Understand This Before you TrainPosted by Charlie Jurney
Every animal on the planet has an alpha or beta relationship with every other animal. We usually think of “beta” as submissive and beaten down, but in wild packs or herds, that is not the case. The beta dog in a pack of wild dogs is still quite happy and lives a good life. So should your dog live the comfortable life -- while remaining in the beta position.
Your dog will be quite happy being beta as long as you show the dog that beta is a good way to live. In dog terms, you are the “alpha,” giving your dog everything it needs to survive. The essentials of food, shelter and, most importantly, companionship (the pack) are provided by you. For those things, your dog will work and be happy as long as you demonstrate that you will not submit to challenges.
To be sure, the beta dog will present regular challenges in hopes of gaining the alpha position. If the beta dog wins the challenge, there is a new leader of the pack, so do not give in. Some of the challenges are subtle. Those are the ones you must pay close attention to while training. If you win the small battles, the big fights will be much easier to handle. Dogs see the world in black and white. To your dog, either you are in control or it is. There is no middle ground.
Dr. Ivan Petrovic Pavlov taught us a lot about canine behavior. Two of his most important points, “conditioned responses” and “substitution,” will be the cornerstones of your training program.
Conditioned responses to commands are mandatory for a properly trained dog. When you explain something one time to a person, he or she will understand it and quite often give a positive response when questioned on that topic. Canines are different in that they trust their instincts implicitly. Instincts have protected canines for thousands of years from wild animals and other threats, and those threats still live in their minds today. In your training program, you must totally condition the responses to the obedience commands to such a degree that your dog trusts you more than its own instincts. That is a tall order, and you must take it seriously or you will not have success.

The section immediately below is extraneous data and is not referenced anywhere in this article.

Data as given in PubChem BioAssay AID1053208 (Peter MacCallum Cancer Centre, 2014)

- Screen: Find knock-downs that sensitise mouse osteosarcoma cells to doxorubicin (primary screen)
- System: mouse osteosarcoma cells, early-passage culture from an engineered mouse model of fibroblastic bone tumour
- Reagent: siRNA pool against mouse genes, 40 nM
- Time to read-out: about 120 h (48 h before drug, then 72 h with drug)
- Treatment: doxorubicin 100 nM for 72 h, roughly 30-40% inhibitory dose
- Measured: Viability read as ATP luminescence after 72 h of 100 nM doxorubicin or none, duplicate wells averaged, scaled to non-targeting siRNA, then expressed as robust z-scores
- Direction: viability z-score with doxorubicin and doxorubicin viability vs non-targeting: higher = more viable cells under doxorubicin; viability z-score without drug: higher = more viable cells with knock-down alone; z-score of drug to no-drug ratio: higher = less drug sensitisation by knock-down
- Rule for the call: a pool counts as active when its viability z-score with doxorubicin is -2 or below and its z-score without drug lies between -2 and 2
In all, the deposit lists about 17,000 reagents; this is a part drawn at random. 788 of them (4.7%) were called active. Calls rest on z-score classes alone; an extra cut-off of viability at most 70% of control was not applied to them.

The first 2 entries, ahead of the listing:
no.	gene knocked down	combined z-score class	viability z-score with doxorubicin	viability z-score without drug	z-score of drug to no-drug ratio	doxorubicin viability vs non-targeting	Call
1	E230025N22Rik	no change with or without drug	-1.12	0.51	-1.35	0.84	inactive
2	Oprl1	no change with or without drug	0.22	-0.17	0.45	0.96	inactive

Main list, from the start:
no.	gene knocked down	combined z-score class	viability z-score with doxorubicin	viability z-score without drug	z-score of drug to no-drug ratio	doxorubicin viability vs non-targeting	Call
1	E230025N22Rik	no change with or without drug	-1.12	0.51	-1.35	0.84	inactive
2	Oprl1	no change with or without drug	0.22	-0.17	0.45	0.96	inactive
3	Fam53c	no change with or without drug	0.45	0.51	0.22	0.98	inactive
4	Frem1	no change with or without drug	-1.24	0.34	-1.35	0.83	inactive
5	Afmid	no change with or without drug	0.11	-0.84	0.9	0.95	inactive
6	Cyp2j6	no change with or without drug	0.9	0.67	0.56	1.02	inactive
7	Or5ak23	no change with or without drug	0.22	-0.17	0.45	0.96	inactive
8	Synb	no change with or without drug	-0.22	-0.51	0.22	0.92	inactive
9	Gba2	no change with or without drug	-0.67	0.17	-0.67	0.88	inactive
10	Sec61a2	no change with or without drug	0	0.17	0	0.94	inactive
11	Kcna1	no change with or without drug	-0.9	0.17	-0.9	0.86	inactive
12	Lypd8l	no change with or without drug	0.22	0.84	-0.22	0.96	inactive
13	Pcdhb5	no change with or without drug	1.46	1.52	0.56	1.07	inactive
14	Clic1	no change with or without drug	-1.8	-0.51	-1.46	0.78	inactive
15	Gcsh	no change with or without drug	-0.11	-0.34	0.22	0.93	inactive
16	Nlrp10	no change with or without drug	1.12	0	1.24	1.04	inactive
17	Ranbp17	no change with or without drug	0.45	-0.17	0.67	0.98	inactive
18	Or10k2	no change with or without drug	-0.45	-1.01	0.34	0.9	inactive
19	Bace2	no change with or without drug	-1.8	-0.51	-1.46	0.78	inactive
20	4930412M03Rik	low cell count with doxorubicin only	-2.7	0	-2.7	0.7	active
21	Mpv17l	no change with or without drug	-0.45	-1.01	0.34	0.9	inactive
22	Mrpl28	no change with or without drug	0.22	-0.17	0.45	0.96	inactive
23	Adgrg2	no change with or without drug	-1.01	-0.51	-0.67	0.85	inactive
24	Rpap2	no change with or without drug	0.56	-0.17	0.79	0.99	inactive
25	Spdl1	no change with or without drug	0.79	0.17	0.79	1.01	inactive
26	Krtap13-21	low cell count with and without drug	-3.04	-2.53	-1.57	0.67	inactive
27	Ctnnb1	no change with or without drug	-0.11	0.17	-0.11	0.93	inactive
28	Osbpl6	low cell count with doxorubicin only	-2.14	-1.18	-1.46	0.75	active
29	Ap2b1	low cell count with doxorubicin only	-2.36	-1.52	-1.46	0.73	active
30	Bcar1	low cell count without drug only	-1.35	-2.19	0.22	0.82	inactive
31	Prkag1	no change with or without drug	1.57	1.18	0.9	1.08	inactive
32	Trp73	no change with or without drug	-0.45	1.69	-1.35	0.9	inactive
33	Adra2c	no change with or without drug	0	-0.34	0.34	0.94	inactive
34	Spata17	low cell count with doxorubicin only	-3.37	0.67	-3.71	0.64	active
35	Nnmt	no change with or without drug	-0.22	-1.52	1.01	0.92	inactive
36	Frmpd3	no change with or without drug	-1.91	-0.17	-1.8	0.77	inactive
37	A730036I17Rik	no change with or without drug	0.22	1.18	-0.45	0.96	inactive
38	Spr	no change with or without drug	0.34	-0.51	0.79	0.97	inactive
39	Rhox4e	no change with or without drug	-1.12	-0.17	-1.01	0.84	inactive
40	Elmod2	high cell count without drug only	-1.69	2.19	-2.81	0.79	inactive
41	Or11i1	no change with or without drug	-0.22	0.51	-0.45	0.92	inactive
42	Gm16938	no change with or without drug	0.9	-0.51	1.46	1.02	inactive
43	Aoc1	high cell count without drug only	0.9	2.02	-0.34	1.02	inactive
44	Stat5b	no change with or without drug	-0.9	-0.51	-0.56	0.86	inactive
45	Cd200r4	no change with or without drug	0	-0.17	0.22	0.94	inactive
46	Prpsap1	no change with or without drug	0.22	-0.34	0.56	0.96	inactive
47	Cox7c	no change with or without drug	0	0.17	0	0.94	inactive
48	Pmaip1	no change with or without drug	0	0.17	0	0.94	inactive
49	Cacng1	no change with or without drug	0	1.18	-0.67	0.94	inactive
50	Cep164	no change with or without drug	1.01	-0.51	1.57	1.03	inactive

Simple repetition is the only way to properly condition a dog. Simple repetition to the tune of around 1,000 repetitions per command will do this nicely. That might seem like an undoable task but if you will train consistently, it will take only a short time.
Dr. Pavlov also taught us about substitution. This is where we use a stimulus to cause a response and then add another stimulus simultaneously until the second stimulus evokes the same response as the first. You might remember Dr. Pavlov’s work with ringing the dinner bell as he was feeding his dog. It did not take long before simply ringing the dinner bell caused the dog to salivate. In dog training, substitution means beginning with a leash, progressing to words and then finishing with electronic stimulation.
So, how often should you train your dog? That depends on how good you want your dog to perform. If you desire a bulletproof, obedient dog, you will need to do two 10-minute sessions of focused work with your dog each day. Now, that does not sound so bad, does it? During those sessions, it will be all work and no play time. You will praise your dog and reward its positive responses but always maintain an alpha role. Some of the sessions may be shorter than 10 minutes and others may be longer because each session should be goal-oriented -- and those goals must be realistic.